Are there minimum or average GPA and GRE requirements?
We admit competitive, above-average students. The average undergraduate GPA of our admitted student is well above 3.0 and the average test scores are above the 60th percentile.
Are there course prerequisites? I wasn't a political science or public policy major as an undergrad. Is this a problem?
There are no course prerequisites. Most students have undergraduate majors in the social sciences, such as sociology, political science, or economics, but we admit students from virtually any discipline. Students from non-policy-related disciplines are expected to rapidly fill in any gaps they may have in their knowledge of policy-related material.
Can I complete the MPP in two years?
Yes. There are three regular quarters in the academic year: fall (September-November), winter (January-March) and spring (March-June). To complete the MPP in two years, a student must take about 10 hours each of the three quarters for two years, totaling 60 hours. Ten hours each quarter equals two regular courses (4 hours each) and one Great Issues Forum (2 hours). Ten hours is considered full-time status; however, if a student wishes to take more than 10 hours each quarter, then he or she may complete the MPP in less than 2 years.
Are there specializations/concentrations in particular policy areas?
In conjunction with other graduate programs at the University of Denver, MPP students can take specialized and approved courses in various policy specific areas. Policy concentrations are available in the following areas:
—business and government
—energy and environmental policy
—social policy and nonprofit management
—communications and public affairs
How many years of experience does the average MPP student have?
Approximately one-third of the students who are admitted to the Program are very recent graduates of undergraduate colleges or universities. Another third of the students have 1-5 years of public policy related experience (or other non-public policy professional experience) prior to being admitted to the Program. The remaining third of the students are current DU graduate students pursuing the JD/MPP or another dual degree.
Do most MPP students work full or part time when they are students in the program?
Yes, most students work full or part time to help finance their education. The MPP program is a professional degree (as opposed to an academic degree that provides fellowships) and, therefore, students are expected to fund most of their education or obtain loans offered by the Student Financial Services Office. Employment is also a good opportunity to gain practical public policy experience while completing your coursework.
Is it possible to begin my studies in the winter instead of the fall quarter?
Yes—however, most financial aid is awarded to students beginning in the fall. There is also a recommended sequence to the coursework that is designed for students who enter in the fall. Beginning your studies in the winter has a few downsides, but if there isn't another option, your application will be reviewed for the winter and considered on a space-available basis.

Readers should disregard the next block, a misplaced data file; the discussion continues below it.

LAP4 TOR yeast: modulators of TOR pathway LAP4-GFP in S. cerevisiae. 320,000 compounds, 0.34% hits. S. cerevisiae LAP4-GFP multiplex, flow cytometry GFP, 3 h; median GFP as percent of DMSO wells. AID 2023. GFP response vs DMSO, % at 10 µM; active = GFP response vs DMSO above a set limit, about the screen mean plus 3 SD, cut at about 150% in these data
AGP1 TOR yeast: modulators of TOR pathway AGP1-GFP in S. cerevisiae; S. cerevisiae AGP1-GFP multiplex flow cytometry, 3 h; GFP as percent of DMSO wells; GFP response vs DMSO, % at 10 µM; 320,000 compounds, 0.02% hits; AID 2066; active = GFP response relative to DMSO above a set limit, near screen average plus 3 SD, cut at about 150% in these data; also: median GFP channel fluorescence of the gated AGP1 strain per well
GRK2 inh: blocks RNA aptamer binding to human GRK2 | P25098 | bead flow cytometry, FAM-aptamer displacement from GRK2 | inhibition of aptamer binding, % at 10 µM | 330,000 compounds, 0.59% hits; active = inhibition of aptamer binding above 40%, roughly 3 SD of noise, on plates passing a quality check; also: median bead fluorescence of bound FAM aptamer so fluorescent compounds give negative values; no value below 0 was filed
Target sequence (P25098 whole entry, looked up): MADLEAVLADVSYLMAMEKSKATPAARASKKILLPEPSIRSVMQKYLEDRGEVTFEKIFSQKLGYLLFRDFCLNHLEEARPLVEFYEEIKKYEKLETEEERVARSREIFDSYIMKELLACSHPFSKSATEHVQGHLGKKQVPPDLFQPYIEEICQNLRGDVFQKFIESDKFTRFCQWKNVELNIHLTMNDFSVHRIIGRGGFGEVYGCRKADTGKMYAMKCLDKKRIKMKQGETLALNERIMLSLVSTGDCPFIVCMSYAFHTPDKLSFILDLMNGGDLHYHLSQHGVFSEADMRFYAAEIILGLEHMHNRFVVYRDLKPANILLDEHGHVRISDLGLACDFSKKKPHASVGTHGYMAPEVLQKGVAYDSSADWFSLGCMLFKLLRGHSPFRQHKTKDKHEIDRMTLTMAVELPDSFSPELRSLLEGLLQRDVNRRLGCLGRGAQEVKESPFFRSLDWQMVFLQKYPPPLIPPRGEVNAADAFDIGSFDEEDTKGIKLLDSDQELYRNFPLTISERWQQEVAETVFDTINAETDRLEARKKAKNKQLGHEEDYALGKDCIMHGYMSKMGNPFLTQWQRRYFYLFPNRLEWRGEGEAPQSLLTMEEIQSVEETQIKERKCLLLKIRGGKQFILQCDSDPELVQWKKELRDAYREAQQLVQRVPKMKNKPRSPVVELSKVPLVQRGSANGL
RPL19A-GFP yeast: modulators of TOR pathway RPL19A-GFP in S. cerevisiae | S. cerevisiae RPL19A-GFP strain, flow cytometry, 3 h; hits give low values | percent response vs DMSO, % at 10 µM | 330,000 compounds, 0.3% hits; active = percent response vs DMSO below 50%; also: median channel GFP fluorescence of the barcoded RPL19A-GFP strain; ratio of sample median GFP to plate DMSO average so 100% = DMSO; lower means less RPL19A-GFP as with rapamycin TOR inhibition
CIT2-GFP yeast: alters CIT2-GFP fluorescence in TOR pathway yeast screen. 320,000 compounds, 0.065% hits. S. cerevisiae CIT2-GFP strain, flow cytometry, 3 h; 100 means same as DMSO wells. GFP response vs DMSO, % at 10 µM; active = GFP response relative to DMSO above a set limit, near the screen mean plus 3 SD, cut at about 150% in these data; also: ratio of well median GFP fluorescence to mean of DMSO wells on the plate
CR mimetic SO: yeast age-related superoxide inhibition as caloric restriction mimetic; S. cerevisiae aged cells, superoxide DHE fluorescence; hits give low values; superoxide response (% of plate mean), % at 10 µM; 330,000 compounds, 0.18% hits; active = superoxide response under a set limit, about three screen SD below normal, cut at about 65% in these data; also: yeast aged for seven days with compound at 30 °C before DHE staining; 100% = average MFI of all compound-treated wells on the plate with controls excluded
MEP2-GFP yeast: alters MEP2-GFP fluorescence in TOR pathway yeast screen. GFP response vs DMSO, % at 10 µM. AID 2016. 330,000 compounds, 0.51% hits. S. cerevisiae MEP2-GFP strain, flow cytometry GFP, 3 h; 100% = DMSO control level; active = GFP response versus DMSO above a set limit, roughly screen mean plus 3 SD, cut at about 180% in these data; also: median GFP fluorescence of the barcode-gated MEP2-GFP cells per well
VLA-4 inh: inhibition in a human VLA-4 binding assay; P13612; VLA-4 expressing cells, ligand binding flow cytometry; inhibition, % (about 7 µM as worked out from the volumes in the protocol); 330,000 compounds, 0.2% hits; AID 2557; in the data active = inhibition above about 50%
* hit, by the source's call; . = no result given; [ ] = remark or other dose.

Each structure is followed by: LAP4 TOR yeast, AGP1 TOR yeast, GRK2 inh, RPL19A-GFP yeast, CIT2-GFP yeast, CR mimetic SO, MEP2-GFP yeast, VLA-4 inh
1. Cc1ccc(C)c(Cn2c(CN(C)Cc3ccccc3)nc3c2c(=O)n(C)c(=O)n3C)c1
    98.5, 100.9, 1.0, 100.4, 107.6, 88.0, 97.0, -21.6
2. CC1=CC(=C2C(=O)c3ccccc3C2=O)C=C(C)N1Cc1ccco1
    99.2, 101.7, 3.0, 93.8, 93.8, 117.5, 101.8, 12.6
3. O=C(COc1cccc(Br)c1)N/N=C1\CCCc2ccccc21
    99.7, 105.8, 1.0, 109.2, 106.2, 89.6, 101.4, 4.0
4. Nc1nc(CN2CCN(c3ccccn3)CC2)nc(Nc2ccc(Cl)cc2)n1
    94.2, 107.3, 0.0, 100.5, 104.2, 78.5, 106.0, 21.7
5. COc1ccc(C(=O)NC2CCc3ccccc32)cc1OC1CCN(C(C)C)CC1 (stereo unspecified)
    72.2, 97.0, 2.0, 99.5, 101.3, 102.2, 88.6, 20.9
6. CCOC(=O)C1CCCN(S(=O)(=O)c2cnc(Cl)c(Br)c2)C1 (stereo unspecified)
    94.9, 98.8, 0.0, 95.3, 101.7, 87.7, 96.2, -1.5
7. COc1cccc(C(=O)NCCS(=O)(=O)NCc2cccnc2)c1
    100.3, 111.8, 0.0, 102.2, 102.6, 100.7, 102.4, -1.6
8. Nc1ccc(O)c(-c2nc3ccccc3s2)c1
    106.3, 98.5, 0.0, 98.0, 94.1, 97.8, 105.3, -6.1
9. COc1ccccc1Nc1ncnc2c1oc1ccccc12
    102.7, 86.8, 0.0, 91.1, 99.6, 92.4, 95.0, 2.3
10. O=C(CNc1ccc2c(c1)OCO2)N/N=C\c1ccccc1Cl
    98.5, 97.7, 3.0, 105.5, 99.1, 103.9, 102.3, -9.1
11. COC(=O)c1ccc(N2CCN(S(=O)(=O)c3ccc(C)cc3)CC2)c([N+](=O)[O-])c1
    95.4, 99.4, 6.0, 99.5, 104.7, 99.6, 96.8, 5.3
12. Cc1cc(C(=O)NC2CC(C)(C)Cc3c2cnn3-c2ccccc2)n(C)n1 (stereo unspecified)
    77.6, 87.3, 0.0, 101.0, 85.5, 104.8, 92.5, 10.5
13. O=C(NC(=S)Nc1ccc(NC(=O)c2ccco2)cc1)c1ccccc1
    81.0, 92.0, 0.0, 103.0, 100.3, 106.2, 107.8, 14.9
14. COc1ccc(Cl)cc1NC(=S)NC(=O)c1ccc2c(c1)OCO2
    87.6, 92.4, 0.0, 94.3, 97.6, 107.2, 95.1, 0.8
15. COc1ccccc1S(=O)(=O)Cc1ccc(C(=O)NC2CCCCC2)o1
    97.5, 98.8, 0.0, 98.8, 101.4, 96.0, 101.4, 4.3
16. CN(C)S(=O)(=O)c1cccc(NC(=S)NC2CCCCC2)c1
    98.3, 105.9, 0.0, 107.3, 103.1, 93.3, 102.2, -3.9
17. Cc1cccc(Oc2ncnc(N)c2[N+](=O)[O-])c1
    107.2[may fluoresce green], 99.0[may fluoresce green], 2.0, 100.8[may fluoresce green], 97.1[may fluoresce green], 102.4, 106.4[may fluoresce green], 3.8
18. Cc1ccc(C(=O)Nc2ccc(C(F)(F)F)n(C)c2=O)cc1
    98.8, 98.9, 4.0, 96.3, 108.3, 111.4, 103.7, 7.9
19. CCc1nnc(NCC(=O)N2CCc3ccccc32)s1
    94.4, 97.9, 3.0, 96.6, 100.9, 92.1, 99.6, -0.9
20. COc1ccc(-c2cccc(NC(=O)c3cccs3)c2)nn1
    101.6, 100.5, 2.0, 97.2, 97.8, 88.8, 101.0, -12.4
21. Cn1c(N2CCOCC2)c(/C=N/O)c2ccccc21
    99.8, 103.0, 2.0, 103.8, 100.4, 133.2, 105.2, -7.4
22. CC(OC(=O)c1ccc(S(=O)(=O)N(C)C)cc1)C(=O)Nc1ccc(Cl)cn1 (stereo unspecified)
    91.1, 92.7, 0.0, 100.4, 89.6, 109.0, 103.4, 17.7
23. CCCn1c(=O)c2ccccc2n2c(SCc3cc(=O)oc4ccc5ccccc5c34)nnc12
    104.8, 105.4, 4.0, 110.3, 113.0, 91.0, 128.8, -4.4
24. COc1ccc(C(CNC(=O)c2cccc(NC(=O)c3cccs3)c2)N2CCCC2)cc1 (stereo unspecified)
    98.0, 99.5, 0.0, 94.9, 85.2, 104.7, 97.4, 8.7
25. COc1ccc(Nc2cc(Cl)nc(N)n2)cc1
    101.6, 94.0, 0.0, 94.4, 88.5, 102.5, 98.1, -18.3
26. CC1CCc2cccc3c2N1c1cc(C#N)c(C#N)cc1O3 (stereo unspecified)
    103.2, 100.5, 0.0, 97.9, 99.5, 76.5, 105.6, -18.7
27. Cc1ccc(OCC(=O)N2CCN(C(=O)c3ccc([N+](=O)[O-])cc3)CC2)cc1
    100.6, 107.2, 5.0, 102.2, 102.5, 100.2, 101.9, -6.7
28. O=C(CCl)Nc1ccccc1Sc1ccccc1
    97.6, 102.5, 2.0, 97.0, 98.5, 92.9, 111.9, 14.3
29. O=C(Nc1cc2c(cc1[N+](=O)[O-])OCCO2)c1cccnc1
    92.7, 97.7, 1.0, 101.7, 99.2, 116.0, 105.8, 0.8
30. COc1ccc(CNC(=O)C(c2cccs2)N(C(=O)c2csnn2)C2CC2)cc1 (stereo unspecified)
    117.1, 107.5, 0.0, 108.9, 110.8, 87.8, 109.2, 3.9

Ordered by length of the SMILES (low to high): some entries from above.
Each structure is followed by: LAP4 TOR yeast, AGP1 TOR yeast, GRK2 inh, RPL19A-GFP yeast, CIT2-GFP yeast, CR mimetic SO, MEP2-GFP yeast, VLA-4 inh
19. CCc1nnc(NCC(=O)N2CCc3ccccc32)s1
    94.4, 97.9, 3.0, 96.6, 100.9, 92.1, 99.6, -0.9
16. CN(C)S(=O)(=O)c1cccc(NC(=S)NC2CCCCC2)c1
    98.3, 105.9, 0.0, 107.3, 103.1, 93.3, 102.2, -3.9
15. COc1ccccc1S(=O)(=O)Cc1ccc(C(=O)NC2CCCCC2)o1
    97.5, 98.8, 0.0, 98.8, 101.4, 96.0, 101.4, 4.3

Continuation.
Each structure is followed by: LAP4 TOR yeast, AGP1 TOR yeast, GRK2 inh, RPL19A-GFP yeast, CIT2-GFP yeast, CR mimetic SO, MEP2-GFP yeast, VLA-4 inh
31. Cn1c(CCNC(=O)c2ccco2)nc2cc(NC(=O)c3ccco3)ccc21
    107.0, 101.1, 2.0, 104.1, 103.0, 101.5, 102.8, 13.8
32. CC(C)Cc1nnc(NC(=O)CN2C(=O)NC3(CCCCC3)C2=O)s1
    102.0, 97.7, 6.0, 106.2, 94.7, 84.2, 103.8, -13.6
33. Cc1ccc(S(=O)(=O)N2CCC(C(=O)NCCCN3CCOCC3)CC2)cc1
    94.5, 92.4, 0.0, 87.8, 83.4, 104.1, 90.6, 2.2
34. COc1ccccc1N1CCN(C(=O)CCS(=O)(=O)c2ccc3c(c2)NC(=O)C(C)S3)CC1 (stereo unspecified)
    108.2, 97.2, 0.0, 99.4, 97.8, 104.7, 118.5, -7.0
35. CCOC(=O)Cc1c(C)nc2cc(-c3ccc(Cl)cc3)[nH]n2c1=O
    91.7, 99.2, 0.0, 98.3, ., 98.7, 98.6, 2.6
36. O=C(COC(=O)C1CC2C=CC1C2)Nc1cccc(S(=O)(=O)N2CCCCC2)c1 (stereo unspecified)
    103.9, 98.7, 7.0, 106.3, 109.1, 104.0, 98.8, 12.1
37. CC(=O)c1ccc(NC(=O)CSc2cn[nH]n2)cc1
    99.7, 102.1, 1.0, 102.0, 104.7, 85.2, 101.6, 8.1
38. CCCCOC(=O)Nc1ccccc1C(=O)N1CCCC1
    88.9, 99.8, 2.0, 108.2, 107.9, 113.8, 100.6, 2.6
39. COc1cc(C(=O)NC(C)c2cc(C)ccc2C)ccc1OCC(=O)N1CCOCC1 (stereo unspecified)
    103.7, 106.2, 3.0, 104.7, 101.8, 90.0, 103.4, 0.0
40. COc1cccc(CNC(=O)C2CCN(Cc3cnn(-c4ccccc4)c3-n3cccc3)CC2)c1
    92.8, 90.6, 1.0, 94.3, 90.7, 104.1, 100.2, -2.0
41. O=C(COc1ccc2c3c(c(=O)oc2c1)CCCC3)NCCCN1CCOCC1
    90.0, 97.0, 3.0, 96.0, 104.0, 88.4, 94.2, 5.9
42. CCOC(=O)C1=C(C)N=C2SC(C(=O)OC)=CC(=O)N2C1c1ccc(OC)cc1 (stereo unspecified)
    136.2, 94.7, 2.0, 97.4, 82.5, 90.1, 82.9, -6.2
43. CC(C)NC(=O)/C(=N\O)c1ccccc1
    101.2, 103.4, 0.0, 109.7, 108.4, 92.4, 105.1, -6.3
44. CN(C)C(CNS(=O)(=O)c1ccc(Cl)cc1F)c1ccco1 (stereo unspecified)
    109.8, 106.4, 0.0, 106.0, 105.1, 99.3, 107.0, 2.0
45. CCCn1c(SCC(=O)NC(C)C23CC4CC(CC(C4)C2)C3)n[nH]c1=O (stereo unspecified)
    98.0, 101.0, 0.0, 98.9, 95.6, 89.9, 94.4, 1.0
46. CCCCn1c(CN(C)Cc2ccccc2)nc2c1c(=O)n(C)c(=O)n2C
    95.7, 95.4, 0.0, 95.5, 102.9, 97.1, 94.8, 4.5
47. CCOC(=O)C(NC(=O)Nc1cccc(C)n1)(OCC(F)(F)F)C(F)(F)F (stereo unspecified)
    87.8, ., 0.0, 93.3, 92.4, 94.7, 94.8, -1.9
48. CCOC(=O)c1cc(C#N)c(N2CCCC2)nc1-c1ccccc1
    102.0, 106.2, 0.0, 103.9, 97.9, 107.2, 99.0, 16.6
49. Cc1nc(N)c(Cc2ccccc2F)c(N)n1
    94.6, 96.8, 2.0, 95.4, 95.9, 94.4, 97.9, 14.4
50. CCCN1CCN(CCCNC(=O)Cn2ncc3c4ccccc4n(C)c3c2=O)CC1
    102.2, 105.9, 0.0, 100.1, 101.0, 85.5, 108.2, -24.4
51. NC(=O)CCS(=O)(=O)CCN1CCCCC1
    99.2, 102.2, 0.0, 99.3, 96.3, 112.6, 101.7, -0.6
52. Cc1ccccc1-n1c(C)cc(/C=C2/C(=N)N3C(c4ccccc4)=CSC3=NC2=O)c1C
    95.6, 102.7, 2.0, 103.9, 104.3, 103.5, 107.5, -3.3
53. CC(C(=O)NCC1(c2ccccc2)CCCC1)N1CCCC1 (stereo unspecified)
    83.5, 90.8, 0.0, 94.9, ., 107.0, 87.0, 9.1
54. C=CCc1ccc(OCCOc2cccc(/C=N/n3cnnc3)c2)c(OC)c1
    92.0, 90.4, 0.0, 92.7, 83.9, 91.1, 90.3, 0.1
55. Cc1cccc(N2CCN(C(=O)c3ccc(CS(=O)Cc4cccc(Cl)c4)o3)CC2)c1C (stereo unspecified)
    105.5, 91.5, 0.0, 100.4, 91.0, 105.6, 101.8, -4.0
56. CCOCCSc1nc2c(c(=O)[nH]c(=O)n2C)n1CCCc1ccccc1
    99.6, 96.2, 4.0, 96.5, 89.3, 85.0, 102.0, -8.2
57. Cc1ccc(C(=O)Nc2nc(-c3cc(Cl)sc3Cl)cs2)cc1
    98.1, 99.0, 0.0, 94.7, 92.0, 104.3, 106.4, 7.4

Should I have my transcripts mailed directly to DU?
If the colleges/universities give you the option to have the transcripts mailed directly to you instead of DU, (then you mail them with the rest of your application materials), this is preferable because you can track if/when the transcripts were mailed.
Do I need to request transcripts from every college or university, even if I only took one or two summer classes?
Yes. University policy requires transcripts from every college or university, even if you only enrolled in one or two courses.
What are the specific details of the personal statement in terms of length, format and content?
Your personal statement (application essay) should be approximately 2-3 pages, preferably double-spaced, and should address your reasons for wanting to earn the MPP degree, what you could contribute (academically and intellectually) to the program, how the MPP will help further your career goals, what those career goals are, etc.
Do all three letters of recommendation need to be from professors, or can I include professional recommendations?
If you are currently an undergraduate student (or a very recent graduate), then yes, the letters of recommendation need to be from professors who can speak to your academic abilities and personal qualities needed for success in graduate school and beyond. If you have been out of school for a number of years and you would find it difficult to track down three former professors, then you may use professional recommendations.
Can I pursue a dual degree at DU?
The MPP program has arranged a formalized MPP/JD dual-degree program with the Sturm College of Law. The MPP/JD can be completed in approximately 4 total years (if you are admitted to the day division at the law school, or 5 years if admitted to the evening division). Students must apply to both programs separately and, if admitted to both, can then pursue the dual degree.
Students may apply to pursue a flexible dual degree between the MPP and any other master's-level degree program at DU (but not a PhD program). Students must apply to each program separately, and if admitted to both, can then complete a "Flexible Dual Degree Proposal," which will be submitted to the Graduate Council for approval. Examples of flexible dual degrees include the MPP/MBA; MPP/MS in finance; MPP/MSW; MPP/MA in international studies; and the MPP/MA in education, among others. Find more information about flexible dual degrees at the University of Denver.
I'm a University of Denver law student. Do I need to re-submit all of the application materials?
Yes. However, the Sturm College of Law will provide us with your LSAT scores, if you choose to submit LSAT scores in place of the GRE.